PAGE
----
Mode of action

• Suxamethonium is structurally related to acetylcholine and causes initial stimulation of muscular contraction seen clinically as fasciculation. During this process, the continued stimulation leads to desensitisation of the post-synaptic membrane of the neuromuscular junction with efflux of potassium ions. Subsequent flaccid paralysis is short acting (2-3min) and cannot be reversed (is actually potentiated) by anticholinesterase drugs. Prolonged effects are seen where there is congenital or acquired pseudocholinesterase deficiency.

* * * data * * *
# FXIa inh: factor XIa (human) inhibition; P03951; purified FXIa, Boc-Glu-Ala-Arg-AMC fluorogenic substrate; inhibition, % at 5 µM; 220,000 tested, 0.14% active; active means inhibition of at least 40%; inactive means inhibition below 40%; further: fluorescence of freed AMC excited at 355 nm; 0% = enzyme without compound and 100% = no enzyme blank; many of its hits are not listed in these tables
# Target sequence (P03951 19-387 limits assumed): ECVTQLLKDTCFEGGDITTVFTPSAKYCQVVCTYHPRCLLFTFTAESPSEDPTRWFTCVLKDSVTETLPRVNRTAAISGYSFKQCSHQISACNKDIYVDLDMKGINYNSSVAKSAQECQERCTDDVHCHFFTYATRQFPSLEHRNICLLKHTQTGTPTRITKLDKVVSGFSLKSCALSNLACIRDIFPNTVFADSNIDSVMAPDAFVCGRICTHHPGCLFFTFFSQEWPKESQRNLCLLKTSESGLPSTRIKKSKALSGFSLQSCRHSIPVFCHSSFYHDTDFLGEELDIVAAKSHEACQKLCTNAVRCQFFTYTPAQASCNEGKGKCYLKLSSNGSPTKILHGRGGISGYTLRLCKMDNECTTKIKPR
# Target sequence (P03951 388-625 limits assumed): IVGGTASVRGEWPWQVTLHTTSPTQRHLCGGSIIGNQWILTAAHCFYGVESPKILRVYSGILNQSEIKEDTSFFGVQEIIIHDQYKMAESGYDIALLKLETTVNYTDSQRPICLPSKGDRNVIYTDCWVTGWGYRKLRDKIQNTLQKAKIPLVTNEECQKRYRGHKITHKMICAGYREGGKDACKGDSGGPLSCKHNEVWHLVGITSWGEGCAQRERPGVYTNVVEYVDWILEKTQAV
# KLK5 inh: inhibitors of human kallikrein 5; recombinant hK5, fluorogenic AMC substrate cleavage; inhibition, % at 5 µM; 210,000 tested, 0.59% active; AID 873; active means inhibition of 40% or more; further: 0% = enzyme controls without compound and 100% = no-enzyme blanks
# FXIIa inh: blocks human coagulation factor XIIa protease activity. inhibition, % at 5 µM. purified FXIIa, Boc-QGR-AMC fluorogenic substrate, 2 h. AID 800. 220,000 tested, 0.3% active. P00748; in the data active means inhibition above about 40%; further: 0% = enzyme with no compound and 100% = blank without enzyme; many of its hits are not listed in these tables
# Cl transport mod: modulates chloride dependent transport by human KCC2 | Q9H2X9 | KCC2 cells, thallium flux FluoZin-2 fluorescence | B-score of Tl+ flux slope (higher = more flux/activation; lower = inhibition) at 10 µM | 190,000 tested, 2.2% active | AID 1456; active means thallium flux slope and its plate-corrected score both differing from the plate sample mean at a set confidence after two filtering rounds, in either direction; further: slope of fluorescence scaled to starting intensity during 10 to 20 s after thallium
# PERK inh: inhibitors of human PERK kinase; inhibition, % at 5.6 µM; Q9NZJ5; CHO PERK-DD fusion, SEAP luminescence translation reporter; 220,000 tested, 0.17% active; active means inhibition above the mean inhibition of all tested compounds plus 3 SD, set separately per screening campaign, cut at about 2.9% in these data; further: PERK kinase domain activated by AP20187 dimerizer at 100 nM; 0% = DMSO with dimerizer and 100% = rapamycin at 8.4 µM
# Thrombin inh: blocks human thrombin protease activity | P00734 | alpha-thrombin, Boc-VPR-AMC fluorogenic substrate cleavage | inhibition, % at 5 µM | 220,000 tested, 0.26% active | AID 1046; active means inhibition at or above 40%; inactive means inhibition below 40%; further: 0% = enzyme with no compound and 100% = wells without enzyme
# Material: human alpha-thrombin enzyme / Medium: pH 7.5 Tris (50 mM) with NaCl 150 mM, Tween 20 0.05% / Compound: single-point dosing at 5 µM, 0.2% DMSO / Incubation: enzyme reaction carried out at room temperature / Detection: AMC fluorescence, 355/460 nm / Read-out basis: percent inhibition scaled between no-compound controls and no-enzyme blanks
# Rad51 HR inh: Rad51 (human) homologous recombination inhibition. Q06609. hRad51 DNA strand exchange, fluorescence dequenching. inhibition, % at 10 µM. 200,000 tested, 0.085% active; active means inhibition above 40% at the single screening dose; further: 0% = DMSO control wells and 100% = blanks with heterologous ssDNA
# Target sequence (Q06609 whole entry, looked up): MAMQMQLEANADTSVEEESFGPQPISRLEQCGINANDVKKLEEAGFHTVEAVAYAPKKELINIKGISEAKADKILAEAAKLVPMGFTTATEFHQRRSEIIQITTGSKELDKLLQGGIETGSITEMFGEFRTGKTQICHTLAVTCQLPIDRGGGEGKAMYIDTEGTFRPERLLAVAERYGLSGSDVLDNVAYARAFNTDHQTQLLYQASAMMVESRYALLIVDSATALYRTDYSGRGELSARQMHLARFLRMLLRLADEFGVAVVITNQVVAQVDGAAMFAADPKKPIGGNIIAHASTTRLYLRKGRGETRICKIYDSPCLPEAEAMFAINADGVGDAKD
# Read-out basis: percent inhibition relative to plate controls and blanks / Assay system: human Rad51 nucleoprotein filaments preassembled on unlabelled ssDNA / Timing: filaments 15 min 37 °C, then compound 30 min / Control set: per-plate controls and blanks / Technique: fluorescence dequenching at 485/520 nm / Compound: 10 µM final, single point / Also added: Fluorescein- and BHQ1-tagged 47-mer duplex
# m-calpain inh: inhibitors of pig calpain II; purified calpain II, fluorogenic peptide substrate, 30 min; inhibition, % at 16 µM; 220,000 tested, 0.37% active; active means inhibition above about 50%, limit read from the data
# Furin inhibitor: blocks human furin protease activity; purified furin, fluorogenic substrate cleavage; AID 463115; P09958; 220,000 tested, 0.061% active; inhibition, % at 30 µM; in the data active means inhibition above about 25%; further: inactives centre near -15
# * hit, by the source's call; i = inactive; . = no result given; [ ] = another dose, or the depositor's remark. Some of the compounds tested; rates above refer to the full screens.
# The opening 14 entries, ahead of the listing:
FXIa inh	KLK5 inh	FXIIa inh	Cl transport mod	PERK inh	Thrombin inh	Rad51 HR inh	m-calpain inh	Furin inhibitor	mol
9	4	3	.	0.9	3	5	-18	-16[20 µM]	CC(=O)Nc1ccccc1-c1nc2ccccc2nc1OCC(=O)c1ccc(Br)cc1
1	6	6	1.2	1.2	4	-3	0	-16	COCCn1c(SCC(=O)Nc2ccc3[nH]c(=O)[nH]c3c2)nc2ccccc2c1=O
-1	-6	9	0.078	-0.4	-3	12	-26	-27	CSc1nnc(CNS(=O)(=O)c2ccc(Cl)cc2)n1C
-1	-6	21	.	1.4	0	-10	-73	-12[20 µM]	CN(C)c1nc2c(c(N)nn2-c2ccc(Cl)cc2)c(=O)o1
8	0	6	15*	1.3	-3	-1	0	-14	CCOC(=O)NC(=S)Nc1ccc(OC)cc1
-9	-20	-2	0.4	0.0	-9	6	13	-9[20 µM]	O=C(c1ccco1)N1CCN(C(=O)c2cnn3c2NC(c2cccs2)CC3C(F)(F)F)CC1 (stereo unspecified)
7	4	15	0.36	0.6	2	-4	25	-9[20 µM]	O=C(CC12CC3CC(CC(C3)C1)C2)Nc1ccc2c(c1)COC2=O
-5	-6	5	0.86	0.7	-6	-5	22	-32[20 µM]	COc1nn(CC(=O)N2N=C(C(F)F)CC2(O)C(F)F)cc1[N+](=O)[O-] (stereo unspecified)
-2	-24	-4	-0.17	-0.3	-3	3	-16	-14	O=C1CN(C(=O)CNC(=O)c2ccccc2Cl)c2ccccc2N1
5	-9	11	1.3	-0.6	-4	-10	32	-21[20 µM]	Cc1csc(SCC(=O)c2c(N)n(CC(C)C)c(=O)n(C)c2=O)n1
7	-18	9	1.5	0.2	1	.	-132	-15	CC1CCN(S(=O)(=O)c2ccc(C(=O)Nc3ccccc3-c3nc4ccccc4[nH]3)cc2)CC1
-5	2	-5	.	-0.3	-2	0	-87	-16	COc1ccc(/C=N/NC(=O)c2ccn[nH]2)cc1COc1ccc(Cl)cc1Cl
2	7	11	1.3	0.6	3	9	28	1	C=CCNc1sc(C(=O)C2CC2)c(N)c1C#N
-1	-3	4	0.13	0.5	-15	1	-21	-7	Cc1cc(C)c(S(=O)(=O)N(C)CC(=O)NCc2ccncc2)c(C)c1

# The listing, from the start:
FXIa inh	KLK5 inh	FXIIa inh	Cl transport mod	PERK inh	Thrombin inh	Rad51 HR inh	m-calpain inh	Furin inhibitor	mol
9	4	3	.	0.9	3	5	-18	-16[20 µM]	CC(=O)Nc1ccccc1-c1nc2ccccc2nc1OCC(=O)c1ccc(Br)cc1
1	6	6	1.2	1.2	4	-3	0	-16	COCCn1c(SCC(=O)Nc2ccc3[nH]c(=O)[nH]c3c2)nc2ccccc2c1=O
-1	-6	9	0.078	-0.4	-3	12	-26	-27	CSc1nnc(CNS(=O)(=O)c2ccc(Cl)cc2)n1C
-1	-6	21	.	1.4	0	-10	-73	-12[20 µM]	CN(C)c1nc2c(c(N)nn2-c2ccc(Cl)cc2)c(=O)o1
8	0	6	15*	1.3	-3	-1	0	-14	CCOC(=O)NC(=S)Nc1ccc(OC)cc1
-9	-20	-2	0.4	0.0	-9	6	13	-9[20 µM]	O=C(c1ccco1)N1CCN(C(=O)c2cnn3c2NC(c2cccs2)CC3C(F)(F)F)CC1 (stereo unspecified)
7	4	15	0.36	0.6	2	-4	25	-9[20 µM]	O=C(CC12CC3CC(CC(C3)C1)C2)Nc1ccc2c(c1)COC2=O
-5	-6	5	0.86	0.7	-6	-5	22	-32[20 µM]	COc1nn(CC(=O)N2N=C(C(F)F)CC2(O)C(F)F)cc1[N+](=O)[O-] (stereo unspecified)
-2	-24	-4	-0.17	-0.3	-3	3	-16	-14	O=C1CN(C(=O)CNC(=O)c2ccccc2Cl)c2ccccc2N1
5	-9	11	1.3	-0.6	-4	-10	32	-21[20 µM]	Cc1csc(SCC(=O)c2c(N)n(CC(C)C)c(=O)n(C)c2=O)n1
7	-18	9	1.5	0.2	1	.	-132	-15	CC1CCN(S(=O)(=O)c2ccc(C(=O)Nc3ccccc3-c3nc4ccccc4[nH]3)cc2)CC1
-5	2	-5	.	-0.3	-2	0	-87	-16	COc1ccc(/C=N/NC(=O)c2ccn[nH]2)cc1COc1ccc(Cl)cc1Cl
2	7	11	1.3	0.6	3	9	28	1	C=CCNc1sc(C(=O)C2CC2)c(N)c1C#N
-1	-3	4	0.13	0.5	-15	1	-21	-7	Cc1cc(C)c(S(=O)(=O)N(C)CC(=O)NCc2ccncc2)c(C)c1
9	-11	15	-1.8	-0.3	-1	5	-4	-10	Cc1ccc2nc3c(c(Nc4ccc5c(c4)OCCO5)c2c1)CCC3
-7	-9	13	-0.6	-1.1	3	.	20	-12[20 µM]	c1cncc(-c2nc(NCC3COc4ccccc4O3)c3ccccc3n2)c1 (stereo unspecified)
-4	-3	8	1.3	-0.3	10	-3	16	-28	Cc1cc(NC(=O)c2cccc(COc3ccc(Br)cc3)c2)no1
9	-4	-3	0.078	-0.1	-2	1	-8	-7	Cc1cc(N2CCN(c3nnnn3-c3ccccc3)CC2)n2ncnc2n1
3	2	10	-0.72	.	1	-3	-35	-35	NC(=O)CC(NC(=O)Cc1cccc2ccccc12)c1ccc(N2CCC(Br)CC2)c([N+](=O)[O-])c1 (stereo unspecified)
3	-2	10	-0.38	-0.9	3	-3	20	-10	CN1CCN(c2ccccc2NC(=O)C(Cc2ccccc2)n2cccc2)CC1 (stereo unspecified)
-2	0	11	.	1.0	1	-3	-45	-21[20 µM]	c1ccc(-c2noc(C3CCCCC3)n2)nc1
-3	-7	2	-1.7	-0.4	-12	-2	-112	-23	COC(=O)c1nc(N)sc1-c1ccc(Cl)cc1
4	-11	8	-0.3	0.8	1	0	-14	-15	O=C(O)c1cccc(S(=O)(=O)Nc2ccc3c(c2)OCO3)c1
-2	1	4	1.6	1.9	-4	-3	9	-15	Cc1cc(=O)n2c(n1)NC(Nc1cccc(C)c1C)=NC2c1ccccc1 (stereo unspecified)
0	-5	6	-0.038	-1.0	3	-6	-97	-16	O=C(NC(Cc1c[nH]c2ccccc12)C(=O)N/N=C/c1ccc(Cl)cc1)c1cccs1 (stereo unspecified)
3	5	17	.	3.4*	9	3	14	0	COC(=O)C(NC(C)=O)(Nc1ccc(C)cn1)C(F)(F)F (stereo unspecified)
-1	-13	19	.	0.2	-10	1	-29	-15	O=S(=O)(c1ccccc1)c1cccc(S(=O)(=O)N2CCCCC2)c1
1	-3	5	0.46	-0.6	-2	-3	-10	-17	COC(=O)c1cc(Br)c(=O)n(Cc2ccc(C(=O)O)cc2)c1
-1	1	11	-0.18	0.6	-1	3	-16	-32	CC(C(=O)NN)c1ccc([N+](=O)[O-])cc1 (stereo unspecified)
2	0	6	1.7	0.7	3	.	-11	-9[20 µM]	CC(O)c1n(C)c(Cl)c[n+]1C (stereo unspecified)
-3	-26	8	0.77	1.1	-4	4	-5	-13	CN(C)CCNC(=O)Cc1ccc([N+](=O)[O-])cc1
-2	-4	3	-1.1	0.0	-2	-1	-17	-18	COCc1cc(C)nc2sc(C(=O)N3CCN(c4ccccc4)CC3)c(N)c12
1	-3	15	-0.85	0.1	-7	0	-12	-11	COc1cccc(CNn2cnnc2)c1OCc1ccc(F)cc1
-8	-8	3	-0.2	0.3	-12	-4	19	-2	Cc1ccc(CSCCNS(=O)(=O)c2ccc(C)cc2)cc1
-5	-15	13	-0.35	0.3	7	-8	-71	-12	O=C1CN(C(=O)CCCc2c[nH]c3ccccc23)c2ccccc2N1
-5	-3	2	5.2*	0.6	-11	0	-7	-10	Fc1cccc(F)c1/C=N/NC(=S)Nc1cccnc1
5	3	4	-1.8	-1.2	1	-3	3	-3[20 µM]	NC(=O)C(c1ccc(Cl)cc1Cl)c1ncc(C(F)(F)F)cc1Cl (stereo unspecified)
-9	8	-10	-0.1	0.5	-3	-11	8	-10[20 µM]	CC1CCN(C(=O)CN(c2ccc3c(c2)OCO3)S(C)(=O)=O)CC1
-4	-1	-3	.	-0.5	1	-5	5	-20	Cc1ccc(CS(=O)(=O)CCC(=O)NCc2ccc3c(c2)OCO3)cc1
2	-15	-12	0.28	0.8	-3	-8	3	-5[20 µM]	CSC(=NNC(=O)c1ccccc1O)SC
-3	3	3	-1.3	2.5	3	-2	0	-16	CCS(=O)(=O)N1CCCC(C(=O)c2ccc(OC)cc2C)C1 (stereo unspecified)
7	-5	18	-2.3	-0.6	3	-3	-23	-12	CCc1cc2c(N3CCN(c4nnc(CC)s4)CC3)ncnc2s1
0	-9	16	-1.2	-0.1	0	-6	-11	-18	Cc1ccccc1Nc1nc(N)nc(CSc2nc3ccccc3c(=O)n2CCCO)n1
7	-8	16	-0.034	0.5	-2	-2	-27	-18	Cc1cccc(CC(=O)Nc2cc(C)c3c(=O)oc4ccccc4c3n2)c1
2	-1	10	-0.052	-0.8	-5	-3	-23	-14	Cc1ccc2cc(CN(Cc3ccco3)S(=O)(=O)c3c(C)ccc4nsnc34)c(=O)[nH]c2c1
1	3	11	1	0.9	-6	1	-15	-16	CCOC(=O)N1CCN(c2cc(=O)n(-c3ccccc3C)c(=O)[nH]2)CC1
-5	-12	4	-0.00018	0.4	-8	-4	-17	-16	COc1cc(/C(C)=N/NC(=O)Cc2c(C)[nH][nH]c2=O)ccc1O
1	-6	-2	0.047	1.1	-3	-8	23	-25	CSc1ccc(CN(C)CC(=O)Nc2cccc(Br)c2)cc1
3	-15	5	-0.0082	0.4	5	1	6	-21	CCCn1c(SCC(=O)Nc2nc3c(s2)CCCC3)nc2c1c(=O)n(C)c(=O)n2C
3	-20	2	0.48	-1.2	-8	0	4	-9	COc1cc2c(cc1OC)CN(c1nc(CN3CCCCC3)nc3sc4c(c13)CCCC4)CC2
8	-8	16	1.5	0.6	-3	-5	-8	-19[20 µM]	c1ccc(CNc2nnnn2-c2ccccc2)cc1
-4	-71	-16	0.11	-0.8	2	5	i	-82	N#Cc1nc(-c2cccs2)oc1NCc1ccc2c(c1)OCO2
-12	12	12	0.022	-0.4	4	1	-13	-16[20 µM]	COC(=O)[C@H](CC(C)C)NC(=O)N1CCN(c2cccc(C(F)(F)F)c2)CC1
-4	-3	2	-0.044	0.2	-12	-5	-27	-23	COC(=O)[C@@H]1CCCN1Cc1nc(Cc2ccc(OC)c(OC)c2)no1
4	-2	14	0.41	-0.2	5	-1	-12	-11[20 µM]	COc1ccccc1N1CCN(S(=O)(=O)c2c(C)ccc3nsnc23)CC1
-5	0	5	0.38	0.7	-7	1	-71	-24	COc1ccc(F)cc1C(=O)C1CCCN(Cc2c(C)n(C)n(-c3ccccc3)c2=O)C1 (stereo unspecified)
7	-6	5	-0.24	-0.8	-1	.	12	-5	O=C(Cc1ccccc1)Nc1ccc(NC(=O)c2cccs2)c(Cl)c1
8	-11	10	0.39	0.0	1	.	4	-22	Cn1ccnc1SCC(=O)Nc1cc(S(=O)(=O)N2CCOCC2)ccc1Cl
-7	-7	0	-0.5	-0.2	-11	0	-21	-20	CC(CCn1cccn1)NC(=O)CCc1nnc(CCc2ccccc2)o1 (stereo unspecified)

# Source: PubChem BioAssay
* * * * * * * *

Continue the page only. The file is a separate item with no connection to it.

• Non-depolarising muscle relaxants prevent acetylcholine from depolarising the post-synaptic membrane of the neuromuscular junction by competitive blockade. Reversal of paralysis is achieved by anticholinesterase drugs such as neostigmine. They have a slower onset and longer duration of action than the depolarising agents.

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